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I teach at a school for students who have language learning difficulties. One of our students (I’ll call her Janel) makes excellent use of technology to help her overcome her difficulty with reading and writing for herself. To help her to read her assignments, she often uses digital books t...

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Technology Solutions for Reading and Writing Difficulties

Posted by: Livia McCoy on Dec 13, 2012 in Livia McCoy, Learning Disabilities, Kids Writing, Kids Reading


Livia McCoy
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I teach at a school for students who have language learning difficulties. One of our students (I’ll call her Janel) makes excellent use of technology to help her overcome her difficulty with reading and writing for herself. To help her to read her assignments, she often uses digital books that can be read to her with Natural Reader (a free text-to-speech reader for both Mac and PC). Anything that is in digital form can be read with text-to-speech software. When surfing on the web, she can simply copy and paste what she wants to hear into her software. For a fee, the personal version will read directly from a web browser.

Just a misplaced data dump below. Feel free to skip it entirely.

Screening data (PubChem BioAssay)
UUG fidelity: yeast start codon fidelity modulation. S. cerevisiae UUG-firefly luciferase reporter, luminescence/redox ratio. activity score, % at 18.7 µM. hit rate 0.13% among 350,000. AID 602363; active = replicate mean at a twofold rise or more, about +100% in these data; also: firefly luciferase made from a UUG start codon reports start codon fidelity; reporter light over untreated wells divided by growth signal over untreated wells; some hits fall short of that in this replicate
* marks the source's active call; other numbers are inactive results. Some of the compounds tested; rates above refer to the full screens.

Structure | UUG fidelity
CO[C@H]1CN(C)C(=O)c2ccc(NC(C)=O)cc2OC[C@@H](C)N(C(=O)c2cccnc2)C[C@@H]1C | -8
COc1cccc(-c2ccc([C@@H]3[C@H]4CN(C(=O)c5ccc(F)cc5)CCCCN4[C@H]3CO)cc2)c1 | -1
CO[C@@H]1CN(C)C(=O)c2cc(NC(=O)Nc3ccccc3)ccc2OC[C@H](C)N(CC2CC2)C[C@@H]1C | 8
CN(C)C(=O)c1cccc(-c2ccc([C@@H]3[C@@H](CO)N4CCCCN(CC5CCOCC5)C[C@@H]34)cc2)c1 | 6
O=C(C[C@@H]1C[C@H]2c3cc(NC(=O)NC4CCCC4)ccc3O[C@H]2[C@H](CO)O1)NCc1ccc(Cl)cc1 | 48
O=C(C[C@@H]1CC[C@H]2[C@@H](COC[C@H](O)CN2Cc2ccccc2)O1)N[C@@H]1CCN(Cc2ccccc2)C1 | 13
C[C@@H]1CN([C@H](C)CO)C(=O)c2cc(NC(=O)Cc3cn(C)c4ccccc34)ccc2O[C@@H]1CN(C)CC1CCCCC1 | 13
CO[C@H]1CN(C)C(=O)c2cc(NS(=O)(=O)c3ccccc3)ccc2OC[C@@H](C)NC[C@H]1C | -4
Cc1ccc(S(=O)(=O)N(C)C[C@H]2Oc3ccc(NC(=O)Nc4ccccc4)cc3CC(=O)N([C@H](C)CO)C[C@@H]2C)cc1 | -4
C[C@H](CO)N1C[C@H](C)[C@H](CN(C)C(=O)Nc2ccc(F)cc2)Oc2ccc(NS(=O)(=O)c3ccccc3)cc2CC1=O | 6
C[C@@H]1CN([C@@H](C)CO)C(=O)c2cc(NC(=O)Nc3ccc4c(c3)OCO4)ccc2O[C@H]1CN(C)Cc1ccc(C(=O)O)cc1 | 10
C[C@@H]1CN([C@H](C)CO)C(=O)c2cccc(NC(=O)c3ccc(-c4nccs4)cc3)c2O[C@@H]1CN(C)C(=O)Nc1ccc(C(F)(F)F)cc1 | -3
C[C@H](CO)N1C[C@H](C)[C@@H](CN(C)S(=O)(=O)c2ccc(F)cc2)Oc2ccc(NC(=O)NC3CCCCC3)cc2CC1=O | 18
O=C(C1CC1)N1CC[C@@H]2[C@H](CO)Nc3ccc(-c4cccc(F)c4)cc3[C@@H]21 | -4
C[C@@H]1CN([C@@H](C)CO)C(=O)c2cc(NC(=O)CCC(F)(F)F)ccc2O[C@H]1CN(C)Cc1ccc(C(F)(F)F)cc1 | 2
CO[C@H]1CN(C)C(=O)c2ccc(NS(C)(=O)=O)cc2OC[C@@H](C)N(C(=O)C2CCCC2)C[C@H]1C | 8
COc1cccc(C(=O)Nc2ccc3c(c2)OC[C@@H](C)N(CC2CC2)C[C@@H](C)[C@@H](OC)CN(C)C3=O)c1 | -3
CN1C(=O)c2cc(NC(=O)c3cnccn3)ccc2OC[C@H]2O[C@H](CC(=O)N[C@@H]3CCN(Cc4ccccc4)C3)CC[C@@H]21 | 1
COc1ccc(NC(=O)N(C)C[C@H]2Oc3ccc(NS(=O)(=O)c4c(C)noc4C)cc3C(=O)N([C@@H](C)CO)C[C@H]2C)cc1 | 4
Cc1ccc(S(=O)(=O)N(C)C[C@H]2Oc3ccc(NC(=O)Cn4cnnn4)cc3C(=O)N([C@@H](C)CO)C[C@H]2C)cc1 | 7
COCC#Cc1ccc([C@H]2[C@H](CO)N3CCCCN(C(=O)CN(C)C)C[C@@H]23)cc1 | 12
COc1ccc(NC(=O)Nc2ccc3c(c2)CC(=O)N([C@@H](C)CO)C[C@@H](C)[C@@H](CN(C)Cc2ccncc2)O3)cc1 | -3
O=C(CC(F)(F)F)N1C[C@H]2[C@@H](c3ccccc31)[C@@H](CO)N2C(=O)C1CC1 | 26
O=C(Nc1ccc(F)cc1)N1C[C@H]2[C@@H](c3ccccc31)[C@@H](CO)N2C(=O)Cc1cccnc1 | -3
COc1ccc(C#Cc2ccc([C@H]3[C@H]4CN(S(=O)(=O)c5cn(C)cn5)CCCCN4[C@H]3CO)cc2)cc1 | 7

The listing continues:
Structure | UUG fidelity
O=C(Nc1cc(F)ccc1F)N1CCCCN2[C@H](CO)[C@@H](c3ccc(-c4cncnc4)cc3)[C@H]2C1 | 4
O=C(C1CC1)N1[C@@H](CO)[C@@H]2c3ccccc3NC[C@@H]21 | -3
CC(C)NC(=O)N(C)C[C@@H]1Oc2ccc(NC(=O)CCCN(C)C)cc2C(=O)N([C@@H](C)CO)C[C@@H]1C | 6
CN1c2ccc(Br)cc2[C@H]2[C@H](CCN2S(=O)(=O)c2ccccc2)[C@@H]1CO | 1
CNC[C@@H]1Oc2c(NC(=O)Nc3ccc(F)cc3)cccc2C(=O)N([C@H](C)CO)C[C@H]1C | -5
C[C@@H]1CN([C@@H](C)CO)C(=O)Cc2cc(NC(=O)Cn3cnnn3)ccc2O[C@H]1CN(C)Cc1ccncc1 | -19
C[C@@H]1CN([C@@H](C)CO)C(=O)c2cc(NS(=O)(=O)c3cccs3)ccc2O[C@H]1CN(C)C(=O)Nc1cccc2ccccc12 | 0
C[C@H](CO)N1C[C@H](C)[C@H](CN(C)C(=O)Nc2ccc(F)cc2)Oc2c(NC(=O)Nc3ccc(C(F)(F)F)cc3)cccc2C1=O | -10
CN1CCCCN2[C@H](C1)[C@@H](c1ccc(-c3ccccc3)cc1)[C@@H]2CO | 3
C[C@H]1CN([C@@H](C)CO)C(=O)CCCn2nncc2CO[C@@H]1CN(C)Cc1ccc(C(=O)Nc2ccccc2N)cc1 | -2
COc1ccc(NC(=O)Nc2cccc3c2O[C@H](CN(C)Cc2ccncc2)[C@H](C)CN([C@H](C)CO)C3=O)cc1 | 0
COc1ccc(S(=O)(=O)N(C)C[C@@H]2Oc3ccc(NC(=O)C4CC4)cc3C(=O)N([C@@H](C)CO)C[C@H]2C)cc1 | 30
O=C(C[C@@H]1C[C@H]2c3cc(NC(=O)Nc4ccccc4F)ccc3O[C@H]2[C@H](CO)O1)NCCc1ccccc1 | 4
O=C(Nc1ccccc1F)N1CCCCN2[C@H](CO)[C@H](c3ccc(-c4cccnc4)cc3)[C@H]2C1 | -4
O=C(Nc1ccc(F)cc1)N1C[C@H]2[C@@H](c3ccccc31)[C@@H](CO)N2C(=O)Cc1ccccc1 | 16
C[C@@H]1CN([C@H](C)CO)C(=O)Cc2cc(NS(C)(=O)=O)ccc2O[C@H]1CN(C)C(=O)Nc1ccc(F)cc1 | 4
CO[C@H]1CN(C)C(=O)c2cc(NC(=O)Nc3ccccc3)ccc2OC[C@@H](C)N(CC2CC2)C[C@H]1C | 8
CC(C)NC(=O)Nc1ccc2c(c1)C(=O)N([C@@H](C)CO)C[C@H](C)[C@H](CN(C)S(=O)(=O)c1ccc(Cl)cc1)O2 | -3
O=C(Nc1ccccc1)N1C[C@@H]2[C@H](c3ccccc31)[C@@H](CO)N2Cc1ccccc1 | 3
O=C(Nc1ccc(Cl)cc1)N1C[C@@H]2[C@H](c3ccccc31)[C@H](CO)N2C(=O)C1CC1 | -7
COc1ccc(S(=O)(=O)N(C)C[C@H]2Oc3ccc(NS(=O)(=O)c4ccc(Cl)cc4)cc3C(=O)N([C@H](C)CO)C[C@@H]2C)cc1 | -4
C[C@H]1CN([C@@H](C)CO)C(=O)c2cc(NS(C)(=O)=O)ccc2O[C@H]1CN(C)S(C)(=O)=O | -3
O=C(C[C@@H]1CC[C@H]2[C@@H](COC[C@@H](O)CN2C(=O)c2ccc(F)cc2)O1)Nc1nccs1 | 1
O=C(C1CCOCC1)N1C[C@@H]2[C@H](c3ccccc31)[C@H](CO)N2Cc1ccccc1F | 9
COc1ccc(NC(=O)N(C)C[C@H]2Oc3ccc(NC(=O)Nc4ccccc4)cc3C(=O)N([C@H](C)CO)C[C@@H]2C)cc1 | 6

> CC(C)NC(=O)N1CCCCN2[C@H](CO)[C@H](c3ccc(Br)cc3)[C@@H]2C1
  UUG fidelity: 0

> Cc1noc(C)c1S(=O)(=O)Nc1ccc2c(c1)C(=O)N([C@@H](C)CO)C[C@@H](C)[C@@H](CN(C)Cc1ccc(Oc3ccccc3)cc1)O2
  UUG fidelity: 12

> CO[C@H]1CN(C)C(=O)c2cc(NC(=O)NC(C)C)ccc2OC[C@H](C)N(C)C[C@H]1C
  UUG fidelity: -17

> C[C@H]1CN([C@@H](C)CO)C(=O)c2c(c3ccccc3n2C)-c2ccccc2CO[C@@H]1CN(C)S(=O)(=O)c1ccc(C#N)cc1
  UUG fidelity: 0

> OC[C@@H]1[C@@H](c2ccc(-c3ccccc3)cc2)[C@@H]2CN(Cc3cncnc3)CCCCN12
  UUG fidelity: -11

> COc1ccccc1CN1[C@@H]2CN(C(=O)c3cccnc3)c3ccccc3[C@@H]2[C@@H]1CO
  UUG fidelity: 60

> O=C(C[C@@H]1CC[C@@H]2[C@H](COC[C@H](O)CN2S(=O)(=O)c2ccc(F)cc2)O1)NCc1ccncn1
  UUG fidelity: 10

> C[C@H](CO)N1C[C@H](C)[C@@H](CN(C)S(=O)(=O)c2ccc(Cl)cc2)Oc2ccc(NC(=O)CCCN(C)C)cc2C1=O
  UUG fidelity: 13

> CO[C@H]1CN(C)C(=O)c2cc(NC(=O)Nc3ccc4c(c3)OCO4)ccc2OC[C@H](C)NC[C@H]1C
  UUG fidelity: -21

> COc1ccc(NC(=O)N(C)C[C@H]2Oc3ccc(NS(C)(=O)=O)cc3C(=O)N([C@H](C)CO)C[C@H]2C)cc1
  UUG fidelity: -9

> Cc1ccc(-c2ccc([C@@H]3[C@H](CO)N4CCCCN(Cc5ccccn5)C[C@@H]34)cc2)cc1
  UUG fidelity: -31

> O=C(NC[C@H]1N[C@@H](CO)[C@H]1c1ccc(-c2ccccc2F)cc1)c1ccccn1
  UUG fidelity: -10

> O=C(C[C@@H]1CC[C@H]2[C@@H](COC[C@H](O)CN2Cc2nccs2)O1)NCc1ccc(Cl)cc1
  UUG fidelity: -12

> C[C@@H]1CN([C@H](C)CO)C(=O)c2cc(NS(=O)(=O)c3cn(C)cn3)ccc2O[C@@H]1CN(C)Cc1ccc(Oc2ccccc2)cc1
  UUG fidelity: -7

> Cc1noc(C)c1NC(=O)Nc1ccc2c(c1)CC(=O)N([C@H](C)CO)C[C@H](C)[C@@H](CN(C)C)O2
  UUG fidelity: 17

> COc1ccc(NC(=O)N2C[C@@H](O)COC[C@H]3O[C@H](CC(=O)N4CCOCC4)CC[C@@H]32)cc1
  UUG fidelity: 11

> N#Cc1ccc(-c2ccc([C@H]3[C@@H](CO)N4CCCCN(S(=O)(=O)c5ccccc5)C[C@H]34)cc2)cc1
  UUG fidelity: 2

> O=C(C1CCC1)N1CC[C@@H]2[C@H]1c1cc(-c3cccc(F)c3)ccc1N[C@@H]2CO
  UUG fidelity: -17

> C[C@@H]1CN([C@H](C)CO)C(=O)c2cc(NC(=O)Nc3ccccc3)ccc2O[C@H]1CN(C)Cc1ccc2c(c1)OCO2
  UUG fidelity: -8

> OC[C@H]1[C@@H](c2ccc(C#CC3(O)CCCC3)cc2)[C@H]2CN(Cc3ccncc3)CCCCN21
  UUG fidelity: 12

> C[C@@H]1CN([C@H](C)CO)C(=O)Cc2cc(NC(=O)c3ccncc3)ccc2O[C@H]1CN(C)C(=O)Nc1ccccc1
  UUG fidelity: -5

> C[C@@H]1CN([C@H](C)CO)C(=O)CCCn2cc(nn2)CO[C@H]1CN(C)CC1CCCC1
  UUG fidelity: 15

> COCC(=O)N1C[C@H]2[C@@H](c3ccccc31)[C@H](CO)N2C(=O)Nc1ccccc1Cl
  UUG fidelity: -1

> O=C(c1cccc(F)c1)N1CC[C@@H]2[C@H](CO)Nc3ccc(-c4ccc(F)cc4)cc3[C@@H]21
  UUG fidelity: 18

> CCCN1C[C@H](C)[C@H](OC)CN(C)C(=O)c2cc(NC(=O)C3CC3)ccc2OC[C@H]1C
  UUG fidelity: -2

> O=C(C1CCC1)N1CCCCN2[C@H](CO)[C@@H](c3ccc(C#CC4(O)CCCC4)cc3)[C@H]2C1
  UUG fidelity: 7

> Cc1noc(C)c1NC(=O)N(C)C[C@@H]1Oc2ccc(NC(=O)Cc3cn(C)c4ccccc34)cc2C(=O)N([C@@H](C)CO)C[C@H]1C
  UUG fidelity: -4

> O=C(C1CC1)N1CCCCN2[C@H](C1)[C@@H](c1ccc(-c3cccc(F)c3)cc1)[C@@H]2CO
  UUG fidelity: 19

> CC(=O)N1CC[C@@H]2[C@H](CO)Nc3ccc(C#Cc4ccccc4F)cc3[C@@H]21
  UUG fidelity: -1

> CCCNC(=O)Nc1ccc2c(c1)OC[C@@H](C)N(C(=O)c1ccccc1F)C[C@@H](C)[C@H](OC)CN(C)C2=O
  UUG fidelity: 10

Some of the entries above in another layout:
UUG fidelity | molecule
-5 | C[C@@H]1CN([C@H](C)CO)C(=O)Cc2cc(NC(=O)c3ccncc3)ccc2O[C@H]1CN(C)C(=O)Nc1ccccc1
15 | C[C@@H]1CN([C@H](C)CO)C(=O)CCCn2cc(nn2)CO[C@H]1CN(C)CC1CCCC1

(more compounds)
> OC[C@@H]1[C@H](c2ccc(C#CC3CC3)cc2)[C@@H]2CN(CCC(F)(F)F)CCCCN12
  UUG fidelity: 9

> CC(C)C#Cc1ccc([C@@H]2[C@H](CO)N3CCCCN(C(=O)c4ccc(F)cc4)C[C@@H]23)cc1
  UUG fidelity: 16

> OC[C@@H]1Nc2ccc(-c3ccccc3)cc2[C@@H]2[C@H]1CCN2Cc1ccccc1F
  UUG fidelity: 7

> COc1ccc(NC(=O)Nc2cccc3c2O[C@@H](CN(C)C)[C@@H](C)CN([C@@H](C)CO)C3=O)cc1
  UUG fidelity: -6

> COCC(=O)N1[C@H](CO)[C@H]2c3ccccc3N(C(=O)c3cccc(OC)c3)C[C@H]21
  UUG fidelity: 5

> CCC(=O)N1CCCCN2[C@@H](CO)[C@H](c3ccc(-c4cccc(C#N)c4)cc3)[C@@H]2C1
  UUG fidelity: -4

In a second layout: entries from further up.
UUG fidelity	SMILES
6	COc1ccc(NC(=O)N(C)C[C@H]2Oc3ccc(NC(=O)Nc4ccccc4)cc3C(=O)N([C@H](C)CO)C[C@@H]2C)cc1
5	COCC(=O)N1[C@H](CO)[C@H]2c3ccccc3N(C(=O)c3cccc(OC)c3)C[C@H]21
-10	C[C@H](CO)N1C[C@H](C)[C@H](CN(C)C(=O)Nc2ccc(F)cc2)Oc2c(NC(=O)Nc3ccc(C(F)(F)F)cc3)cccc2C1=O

Janel also downloads some of her literature books from sites that provide either free audio or digital copies of them. Gutenberg and Manybooks are sites she frequently uses.
Janel also uses the Livescribe Pen to help her take notes in class, complete her homework, make study cards at home, and annotate in her books as she reads. She uses the post-it note paper that can be purchased to use with the pen to annotate in the book. At the end of each chapter, she sticks a post-it size sheet in her book. She then writes one or two words on the page and begins recording with her pen as she orally summarizes the book.

Similarly, anywhere she needs an annotation, she uses a small piece of the specialized paper that comes with the pen, pastes it on the page, and uses the pen to record her voice annotation. To make a study card, she cuts a piece of the paper into a small rectangle and writes the word followed by a question mark. As she writes the question mark, she records the definition of the word. When studying, she reads the word, tries to remember the definition, and then taps the question mark to hear its definition. In this way, she knows whether she said the correct definition.

One of our teachers told me about AudioNote, an app for iPad and Android devices, that works similarly to the Livescribe Pen. It is available at low cost through iTunes and there is a free version for Android. While I have only briefly tried it myself, I can see some powerful possibilities for getting help for students who have trouble either taking notes in class for themselves or trouble getting their thoughts down on paper when doing homework.

I have written on the topic of homework help in the past. For more information about students who struggle with homework, read my earlier blog.

> What Is Your Child's Learning Style?

> Homework 911

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